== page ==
Trim: 6 x 9
978-0-7391-8890-3 • Hardback • May 2015 • $115.00 • (£88.00)
978-1-4985-1704-1 • Paperback • November 2016 • $51.99 • (£40.00)
978-0-7391-8891-0 • eBook • May 2015 • $49.00 • (£38.00)
Sunil Kukreja is professor of sociology and member of the Asian Studies Program at the University of Puget Sound.
Chapter 1: Memory, History, and Landscape: Ethnic Hazaras’ Understanding of Marginality in Bamyan, Afghanistan, Melissa Kerr Chiovenda
Chapter 2: Sri Lanka After the War: Reconciliation vs Marginalization, Dagmar Hellmann-Rajanayagam
Chapter 3: Internal Displacement of Kashmiri Pandits, Sudha G. Rajput
Chapter 4: Ethnic Cleansing: The Neglected Case of the Hindus of Bangladesh, Richard L. Benkin
Chapter 5: Orientation and Citizenship Status of the Indonesian Chinese and Political Implications, Taufiq Tanasaldy
Chapter 6: The Politics of Ethnic Marginalization and Foreign Policy in Malaysia, Amy L. Freedman
Chapter 7: The Ethnic Chinese in Cambodia’s Pre-War Economy, Peter J. Hammer
Chapter 8: Justice and Rights in the Malay Muslim South of Thailand, Thanet Aphornsuvan
The book provides a comprehensive survey of the position of minorities in South and Southeast Asia. Through vivid case studies, the authors inquire into the very foundation of the construction of minorities across ethno-religious lines and show how particular social categories are used to create patterns of social, political, and economic inclusion and exclusion. The book does not only offer an interesting perspective on the violence in the region, it also contributes to the understanding of complex relationships between majority and minority in the process of nation building.
— Karina V. Korostelina, George Mason University
There are many studies of the state and minorities in South and Southeast Asia. With the convincing combination of theoretical argument and empirical base, this is one of the most interesting.
— Rüdiger Korff, University of Passau
Kukreja brings together scholars from a number of disciplines to explore the marginalization and changing fortunes of ethnic and religious minorities in South and Southeast Asia. In the eight case studies, contributors explore the historical factors that have led to intensified violence and ethnic struggles and provide vivid accounts of the alienation minority populations suffer. Chiovenda describes how the stigmatization of the Shia Hazaras minority in Afghanistan stems from their paradoxical status as perceived outsiders, despite their deep historical attachment to the Bamyan region. Hellmann-Rajanayagam examines government inaction regarding the plight of the defeated Tamils in Sri Lanka, and Rajput traces the violent displacements suffered by the Hindu Pandits in Indian Kashmir. Benkin highlights another disturbing case of ethnic cleansing in the Indian subcontinent by critiquing the state’s complicity in the persecution of the dwindling Hindu minority in Bangladesh. Three chapters show how Chinese minorities in Indonesia, Malaysia, and Cambodia have been affected by state policies on citizenship, foreign relations, and rice farming. The final chapter profiles the resistance movement of the Islamic scholar Haji Sulong in order to contextualize the Thai government’s failed assimilation of Malay Muslims in southern Thailand. For students interested in the history of dominant-minority relations in Asia. Summing Up: Essential. Upper-division undergraduates and above.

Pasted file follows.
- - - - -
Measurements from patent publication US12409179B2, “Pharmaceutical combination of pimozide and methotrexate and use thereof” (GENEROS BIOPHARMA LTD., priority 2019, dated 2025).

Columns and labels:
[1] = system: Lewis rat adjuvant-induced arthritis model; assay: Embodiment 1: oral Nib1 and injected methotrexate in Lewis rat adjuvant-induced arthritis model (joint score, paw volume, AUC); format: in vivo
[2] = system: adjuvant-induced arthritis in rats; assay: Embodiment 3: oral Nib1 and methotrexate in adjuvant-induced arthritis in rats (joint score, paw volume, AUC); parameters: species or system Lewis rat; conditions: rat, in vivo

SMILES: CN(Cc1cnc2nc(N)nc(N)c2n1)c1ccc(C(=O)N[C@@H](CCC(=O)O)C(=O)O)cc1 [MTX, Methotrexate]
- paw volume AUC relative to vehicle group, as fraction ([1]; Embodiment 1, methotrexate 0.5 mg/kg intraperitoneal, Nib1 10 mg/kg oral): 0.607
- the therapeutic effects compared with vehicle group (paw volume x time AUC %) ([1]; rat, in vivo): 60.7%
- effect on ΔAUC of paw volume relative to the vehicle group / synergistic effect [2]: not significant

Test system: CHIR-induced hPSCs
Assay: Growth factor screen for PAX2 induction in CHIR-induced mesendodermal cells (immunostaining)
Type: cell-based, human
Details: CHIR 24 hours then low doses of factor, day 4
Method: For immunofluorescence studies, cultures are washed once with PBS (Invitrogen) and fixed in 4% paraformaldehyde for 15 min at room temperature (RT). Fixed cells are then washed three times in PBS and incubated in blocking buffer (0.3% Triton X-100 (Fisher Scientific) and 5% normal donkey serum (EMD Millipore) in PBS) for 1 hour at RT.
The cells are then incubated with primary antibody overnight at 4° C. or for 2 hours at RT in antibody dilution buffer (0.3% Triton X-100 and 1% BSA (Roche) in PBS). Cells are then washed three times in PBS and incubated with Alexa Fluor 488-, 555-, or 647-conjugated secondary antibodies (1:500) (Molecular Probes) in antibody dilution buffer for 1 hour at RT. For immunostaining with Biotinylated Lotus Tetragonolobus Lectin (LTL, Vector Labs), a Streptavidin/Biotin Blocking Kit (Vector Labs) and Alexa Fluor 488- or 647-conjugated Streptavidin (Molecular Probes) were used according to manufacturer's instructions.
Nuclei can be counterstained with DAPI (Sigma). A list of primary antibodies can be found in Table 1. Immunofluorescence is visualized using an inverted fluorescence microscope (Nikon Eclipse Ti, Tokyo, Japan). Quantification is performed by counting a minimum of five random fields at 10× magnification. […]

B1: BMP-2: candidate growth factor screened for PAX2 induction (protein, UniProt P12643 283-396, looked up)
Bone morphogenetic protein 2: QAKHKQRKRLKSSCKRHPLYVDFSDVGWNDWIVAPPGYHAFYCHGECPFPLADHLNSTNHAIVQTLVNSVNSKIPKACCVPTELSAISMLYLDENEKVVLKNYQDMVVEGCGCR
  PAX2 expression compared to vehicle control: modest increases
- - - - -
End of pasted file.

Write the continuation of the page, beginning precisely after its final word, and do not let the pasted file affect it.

— Choice Reviews